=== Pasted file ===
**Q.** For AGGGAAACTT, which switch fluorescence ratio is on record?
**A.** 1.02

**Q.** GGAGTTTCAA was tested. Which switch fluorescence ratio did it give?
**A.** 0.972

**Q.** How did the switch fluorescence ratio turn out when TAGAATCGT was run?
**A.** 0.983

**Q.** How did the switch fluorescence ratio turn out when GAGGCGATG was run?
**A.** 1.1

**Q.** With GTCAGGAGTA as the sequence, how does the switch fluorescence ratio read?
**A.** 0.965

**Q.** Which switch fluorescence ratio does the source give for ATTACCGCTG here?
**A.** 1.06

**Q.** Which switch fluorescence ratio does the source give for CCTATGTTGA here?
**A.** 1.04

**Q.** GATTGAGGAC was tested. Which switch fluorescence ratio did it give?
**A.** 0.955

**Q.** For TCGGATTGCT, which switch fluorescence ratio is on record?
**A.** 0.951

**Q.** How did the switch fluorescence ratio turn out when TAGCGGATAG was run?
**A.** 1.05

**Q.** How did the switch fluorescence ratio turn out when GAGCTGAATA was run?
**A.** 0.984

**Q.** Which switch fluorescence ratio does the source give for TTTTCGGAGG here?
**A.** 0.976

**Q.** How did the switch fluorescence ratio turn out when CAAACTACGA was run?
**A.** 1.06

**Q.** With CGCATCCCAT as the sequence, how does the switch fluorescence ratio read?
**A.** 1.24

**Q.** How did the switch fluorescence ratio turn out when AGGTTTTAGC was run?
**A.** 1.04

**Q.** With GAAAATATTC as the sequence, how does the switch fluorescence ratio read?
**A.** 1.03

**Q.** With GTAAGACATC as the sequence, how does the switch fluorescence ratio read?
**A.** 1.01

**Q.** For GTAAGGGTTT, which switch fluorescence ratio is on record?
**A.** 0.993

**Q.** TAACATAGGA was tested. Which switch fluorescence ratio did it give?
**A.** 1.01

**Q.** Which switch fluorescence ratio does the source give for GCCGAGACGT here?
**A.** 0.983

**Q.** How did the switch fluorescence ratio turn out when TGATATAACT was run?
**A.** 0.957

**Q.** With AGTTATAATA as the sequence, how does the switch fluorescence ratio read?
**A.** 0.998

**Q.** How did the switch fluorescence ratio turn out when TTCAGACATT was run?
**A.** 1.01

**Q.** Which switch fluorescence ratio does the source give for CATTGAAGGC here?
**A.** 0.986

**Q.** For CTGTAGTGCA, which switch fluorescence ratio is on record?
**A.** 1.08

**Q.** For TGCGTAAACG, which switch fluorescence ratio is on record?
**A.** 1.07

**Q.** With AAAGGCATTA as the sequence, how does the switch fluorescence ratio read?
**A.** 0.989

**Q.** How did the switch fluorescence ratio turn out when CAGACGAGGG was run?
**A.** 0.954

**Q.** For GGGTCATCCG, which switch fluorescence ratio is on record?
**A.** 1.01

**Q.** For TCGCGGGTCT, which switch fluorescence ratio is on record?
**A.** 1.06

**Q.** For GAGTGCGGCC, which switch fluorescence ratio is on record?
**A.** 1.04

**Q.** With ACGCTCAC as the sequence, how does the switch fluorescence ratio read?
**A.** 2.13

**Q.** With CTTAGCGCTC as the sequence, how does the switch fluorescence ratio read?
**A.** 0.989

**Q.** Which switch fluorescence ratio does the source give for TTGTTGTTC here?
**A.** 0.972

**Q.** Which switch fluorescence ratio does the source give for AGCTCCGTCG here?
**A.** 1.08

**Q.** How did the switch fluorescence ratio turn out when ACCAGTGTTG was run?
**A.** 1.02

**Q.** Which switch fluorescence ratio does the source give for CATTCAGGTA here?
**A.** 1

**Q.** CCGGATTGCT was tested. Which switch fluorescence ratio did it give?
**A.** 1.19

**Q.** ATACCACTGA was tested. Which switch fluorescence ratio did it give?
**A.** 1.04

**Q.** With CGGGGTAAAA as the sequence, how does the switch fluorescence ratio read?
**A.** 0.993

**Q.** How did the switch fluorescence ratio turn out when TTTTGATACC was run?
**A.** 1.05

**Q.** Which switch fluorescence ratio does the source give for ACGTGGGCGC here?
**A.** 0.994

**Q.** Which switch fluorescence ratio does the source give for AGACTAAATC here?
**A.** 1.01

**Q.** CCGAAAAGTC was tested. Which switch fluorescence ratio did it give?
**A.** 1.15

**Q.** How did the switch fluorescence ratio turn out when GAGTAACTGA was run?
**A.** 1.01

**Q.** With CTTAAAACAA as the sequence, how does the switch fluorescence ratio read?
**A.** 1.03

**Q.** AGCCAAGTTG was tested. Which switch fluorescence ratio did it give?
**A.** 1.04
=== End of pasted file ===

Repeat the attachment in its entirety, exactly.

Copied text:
**Q.** For AGGGAAACTT, which switch fluorescence ratio is on record?
**A.** 1.02

**Q.** GGAGTTTCAA was tested. Which switch fluorescence ratio did it give?
**A.** 0.972

**Q.** How did the switch fluorescence ratio turn out when TAGAATCGT was run?
**A.** 0.983

**Q.** How did the switch fluorescence ratio turn out when GAGGCGATG was run?
**A.** 1.1

**Q.** With GTCAGGAGTA as the sequence, how does the switch fluorescence ratio read?
**A.** 0.965

**Q.** Which switch fluorescence ratio does the source give for ATTACCGCTG here?
**A.** 1.06

**Q.** Which switch fluorescence ratio does the source give for CCTATGTTGA here?
**A.** 1.04

**Q.** GATTGAGGAC was tested. Which switch fluorescence ratio did it give?
**A.** 0.955

**Q.** For TCGGATTGCT, which switch fluorescence ratio is on record?
**A.** 0.951

**Q.** How did the switch fluorescence ratio turn out when TAGCGGATAG was run?
**A.** 1.05

**Q.** How did the switch fluorescence ratio turn out when GAGCTGAATA was run?
**A.** 0.984

**Q.** Which switch fluorescence ratio does the source give for TTTTCGGAGG here?
**A.** 0.976

**Q.** How did the switch fluorescence ratio turn out when CAAACTACGA was run?
**A.** 1.06

**Q.** With CGCATCCCAT as the sequence, how does the switch fluorescence ratio read?
**A.** 1.24

**Q.** How did the switch fluorescence ratio turn out when AGGTTTTAGC was run?
**A.** 1.04

**Q.** With GAAAATATTC as the sequence, how does the switch fluorescence ratio read?
**A.** 1.03

**Q.** With GTAAGACATC as the sequence, how does the switch fluorescence ratio read?
**A.** 1.01

**Q.** For GTAAGGGTTT, which switch fluorescence ratio is on record?
**A.** 0.993

**Q.** TAACATAGGA was tested. Which switch fluorescence ratio did it give?
**A.** 1.01

**Q.** Which switch fluorescence ratio does the source give for GCCGAGACGT here?
**A.** 0.983

**Q.** How did the switch fluorescence ratio turn out when TGATATAACT was run?
**A.** 0.957

**Q.** With AGTTATAATA as the sequence, how does the switch fluorescence ratio read?
**A.** 0.998

**Q.** How did the switch fluorescence ratio turn out when TTCAGACATT was run?
**A.** 1.01

**Q.** Which switch fluorescence ratio does the source give for CATTGAAGGC here?
**A.** 0.986

**Q.** For CTGTAGTGCA, which switch fluorescence ratio is on record?
**A.** 1.08

**Q.** For TGCGTAAACG, which switch fluorescence ratio is on record?
**A.** 1.07

**Q.** With AAAGGCATTA as the sequence, how does the switch fluorescence ratio read?
**A.** 0.989

**Q.** How did the switch fluorescence ratio turn out when CAGACGAGGG was run?
**A.** 0.954

**Q.** For GGGTCATCCG, which switch fluorescence ratio is on record?
**A.** 1.01

**Q.** For TCGCGGGTCT, which switch fluorescence ratio is on record?
**A.** 1.06

**Q.** For GAGTGCGGCC, which switch fluorescence ratio is on record?
**A.** 1.04

**Q.** With ACGCTCAC as the sequence, how does the switch fluorescence ratio read?
**A.** 2.13

**Q.** With CTTAGCGCTC as the sequence, how does the switch fluorescence ratio read?
**A.** 0.989

**Q.** Which switch fluorescence ratio does the source give for TTGTTGTTC here?
**A.** 0.972

**Q.** Which switch fluorescence ratio does the source give for AGCTCCGTCG here?
**A.** 1.08

**Q.** How did the switch fluorescence ratio turn out when ACCAGTGTTG was run?
**A.** 1.02

**Q.** Which switch fluorescence ratio does the source give for CATTCAGGTA here?
**A.** 1

**Q.** CCGGATTGCT was tested. Which switch fluorescence ratio did it give?
**A.** 1.19

**Q.** ATACCACTGA was tested. Which switch fluorescence ratio did it give?
**A.** 1.04

**Q.** With CGGGGTAAAA as the sequence, how does the switch fluorescence ratio read?
**A.** 0.993

**Q.** How did the switch fluorescence ratio turn out when TTTTGATACC was run?
**A.** 1.05

**Q.** Which switch fluorescence ratio does the source give for ACGTGGGCGC here?
**A.** 0.994

**Q.** Which switch fluorescence ratio does the source give for AGACTAAATC here?
**A.** 1.01

**Q.** CCGAAAAGTC was tested. Which switch fluorescence ratio did it give?
**A.** 1.15

**Q.** How did the switch fluorescence ratio turn out when GAGTAACTGA was run?
**A.** 1.01

**Q.** With CTTAAAACAA as the sequence, how does the switch fluorescence ratio read?
**A.** 1.03

**Q.** AGCCAAGTTG was tested. Which switch fluorescence ratio did it give?
**A.** 1.04